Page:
Living Low-Carb is a weight-loss program that gives dieters tips for adopting a low-carbohydrate lifestyle and tailoring a low-carb diet to their needs and preferences. Throughout her book, Living Low-Carb: The Complete Guide to Long-Term Low-Carb Dieting, Fran McCullough addresses criticisms of a low-carb diet and offers “real-life” stories of people who have successfully made a low-carb diet part of their lives.
How Does the Low-Carb Diet Work?
The Living Low-Carb plan outlines an eating system designed to help people lose weight by reducing the amount of carbohydrates they consume.
The calories in the foods you eat come from a combination of protein, fats, and carbohydrates. Carbohydrates are found in starchy and sugary (both natural and refined sugar) foods, such as bread, pasta, sweets, fruits, and vegetables. Low-carb diets, which usually require people to choose high-protein foods, such as milk, eggs, and cheese, over high-carbohydrate foods, including fruits and grains, have become more popular in recent years and have been shown to help people lose weight.
In addition to teaching you how to eat, snack, attend parties, and dine out while on a low-carb diet, McCullough provides readers with 175 simple low-carb recipes.
A typical day on the diet might include:
- Fruit and cottage cheese for breakfast
- A green salad with chicken for lunch
- Fruits, vegetables, hard-cooked eggs, seeds, or other low-carb snacks throughout the day
- A burger without a bun for dinner
- A low-carb after-dinner treat, like raspberries with chocolate
Living Low-Carb: Pros of the Diet
Some of the positive aspects of the diet are:
Low-carb diets can work. Studies have shown that a low-carb diet can be more effective in helping you lose weight, especially when you first start dieting. And low-carb dieters’ cholesterol levels tend to improve while on the diet.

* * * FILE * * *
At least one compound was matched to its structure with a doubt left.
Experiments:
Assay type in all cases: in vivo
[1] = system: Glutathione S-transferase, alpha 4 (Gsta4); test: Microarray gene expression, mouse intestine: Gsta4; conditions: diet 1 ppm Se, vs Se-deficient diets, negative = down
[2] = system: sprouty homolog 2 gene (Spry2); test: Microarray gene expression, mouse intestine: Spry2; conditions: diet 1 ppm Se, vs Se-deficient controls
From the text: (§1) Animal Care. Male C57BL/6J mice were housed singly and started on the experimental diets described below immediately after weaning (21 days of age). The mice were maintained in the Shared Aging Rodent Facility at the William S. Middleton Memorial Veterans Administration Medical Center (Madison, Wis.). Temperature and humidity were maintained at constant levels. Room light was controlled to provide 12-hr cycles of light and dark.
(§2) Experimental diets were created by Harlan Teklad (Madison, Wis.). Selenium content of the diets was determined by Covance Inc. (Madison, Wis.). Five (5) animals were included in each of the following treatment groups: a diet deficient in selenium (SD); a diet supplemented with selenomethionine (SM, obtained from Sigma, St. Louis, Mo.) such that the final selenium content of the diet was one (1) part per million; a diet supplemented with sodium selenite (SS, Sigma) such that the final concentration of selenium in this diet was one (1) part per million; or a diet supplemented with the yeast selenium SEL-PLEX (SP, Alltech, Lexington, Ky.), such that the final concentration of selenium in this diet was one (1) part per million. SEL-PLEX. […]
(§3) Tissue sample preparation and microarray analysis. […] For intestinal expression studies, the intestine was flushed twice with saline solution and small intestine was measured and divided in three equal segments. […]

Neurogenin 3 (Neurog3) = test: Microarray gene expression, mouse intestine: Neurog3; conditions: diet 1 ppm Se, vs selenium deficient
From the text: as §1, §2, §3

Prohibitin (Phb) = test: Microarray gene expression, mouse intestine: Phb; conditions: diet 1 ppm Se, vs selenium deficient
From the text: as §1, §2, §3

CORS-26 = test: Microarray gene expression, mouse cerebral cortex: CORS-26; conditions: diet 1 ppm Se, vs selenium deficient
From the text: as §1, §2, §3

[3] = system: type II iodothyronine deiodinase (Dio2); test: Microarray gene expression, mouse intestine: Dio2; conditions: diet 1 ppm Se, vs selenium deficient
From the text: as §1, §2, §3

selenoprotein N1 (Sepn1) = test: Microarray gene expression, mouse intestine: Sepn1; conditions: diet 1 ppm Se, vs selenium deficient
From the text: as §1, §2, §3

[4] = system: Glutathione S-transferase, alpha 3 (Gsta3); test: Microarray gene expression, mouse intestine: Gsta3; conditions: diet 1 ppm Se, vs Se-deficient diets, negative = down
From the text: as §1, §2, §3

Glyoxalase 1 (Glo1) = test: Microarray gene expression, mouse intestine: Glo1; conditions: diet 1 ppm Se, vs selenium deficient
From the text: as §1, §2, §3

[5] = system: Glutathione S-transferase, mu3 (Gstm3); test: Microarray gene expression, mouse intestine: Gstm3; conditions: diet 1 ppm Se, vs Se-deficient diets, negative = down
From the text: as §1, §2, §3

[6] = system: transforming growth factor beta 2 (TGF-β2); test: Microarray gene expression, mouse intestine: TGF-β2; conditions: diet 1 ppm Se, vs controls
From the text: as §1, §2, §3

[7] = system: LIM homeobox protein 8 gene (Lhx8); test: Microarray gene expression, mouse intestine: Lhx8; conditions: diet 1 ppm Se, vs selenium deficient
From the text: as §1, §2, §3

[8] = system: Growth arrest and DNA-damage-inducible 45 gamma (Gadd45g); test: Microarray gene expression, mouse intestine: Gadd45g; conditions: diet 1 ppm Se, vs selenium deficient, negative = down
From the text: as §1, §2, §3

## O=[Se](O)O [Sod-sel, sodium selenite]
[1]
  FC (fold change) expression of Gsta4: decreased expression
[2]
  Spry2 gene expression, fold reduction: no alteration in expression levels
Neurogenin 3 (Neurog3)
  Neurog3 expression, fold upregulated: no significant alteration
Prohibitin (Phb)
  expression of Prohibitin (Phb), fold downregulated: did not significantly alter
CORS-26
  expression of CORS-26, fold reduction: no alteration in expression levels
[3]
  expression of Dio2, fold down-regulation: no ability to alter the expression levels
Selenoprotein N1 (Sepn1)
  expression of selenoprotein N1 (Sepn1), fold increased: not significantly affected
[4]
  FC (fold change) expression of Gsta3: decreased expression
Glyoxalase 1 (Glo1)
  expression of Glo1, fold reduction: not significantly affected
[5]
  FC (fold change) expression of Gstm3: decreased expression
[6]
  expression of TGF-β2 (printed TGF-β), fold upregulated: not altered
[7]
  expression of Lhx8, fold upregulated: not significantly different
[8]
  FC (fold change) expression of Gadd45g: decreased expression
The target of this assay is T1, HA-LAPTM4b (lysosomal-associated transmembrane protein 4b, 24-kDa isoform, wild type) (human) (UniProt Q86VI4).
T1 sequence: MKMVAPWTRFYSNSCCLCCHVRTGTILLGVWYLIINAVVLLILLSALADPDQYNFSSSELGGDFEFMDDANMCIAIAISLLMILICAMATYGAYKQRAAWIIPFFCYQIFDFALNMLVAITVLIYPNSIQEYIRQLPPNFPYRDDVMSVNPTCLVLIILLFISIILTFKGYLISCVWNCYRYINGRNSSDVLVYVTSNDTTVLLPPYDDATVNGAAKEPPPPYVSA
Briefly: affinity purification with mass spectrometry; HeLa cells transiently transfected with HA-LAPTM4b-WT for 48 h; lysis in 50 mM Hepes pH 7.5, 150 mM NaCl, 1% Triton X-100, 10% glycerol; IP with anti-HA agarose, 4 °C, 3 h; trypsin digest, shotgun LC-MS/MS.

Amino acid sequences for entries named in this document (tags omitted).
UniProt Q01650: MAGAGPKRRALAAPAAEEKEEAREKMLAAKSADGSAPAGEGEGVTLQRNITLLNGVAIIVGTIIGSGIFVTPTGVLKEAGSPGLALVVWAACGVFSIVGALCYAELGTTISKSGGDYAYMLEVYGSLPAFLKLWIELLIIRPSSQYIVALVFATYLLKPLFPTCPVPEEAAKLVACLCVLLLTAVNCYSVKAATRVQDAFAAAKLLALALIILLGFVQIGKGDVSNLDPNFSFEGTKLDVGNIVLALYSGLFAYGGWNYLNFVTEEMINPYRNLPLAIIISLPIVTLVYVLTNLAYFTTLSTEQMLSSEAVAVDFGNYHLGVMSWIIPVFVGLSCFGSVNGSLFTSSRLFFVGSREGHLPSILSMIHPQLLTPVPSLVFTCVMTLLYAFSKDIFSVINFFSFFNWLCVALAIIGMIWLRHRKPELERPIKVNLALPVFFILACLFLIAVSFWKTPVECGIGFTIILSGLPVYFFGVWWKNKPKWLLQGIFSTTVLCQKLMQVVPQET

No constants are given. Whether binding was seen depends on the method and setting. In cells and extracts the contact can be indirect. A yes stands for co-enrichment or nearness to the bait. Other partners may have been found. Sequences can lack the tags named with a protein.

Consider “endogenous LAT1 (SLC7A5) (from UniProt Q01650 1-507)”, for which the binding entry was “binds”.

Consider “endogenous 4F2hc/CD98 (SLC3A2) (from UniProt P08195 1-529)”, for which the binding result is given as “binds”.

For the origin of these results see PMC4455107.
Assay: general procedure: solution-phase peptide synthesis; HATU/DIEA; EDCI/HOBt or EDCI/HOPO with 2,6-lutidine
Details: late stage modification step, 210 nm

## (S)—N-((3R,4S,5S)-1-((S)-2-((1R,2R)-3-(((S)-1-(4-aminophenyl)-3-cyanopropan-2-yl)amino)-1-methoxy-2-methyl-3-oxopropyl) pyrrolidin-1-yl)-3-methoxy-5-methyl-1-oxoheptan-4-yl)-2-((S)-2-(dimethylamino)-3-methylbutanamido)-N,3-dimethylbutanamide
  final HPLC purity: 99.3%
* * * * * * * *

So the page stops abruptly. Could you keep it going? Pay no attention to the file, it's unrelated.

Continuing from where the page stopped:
Most Americans need to cut back on processed grains. “The problem really with grain foods is just that people are eating too many processed grains,” says Andrea Giancoli, MPH, RD, a spokesperson for the American Dietetic Association. Processed grains include foods like sweet baked goods, white bread, white pasta, and white rice.
Katherine Tallmadge, MA, RD, national spokesperson for the American Dietetic Association and author of Diet Simple: 192 Mental Tricks, Substitutions, Habits and Inspirations, agrees that people who eat too many carbohydrates are likely to gain weight. “Excess carbohydrates — excess anything — is going to mean excess calories,” she says. And that adds up to excess pounds.
Living Low-Carb: Cons of the Diet
Living Low-Carb, like many popular diets, has certain potential drawbacks:
Advocating going into ketosis. Ketosis is a condition in which there is a build-up of ketones, byproducts of fat metabolism, in your blood. McCullough says that for people who need to lose weight, it is ideal to be in ketosis. But Giancoli disagrees: “Ketosis is not ideal — it is a survival mechanism that the body goes into when deprived of carbohydrates.” Giancoli says that when you are in ketosis, your metabolism slows, you lose muscle tissue, your body loses minerals in the blood, and your brain doesn’t work as well as it should.
Uncomfortable side effects. Eating too few carbohydrates has the potential to leave you feeling miserable, since low-carb eating can cause you to become constipated, nauseous, weak, and fatigued. Other side effects may include diarrhea, bad breath, headaches, or sleeping problems.
Cutting out healthful foods. In addition to refined carbohydrates, the Living Low-Carb diet limits some healthful foods, including milk and high-carb fruits and vegetables like bananas and potatoes. Tallmadge recommends steering clear of diets that make people afraid of eating healthful foods for fear of gaining weight. “You should be able to eat all of the fruits and vegetables you want and still be able to lose weight,” Tallmadge says.
Risk of nutrient deficiency. When you limit the amount of fruits and whole grains you are eating, you may not be getting all of the vitamins, minerals, and fiber you need. Ask your doctor to recommend a multivitamin and a fiber supplement while you are on a low-carb diet.
Living Low-Carb might be worth trying if you want to lose weight and cut down on carbs. Giancoli says that a low-carb diet can be healthful and balanced “as long as people are choosing lean protein, incorporating some whole grains, and are consuming some fruits and vegetables.”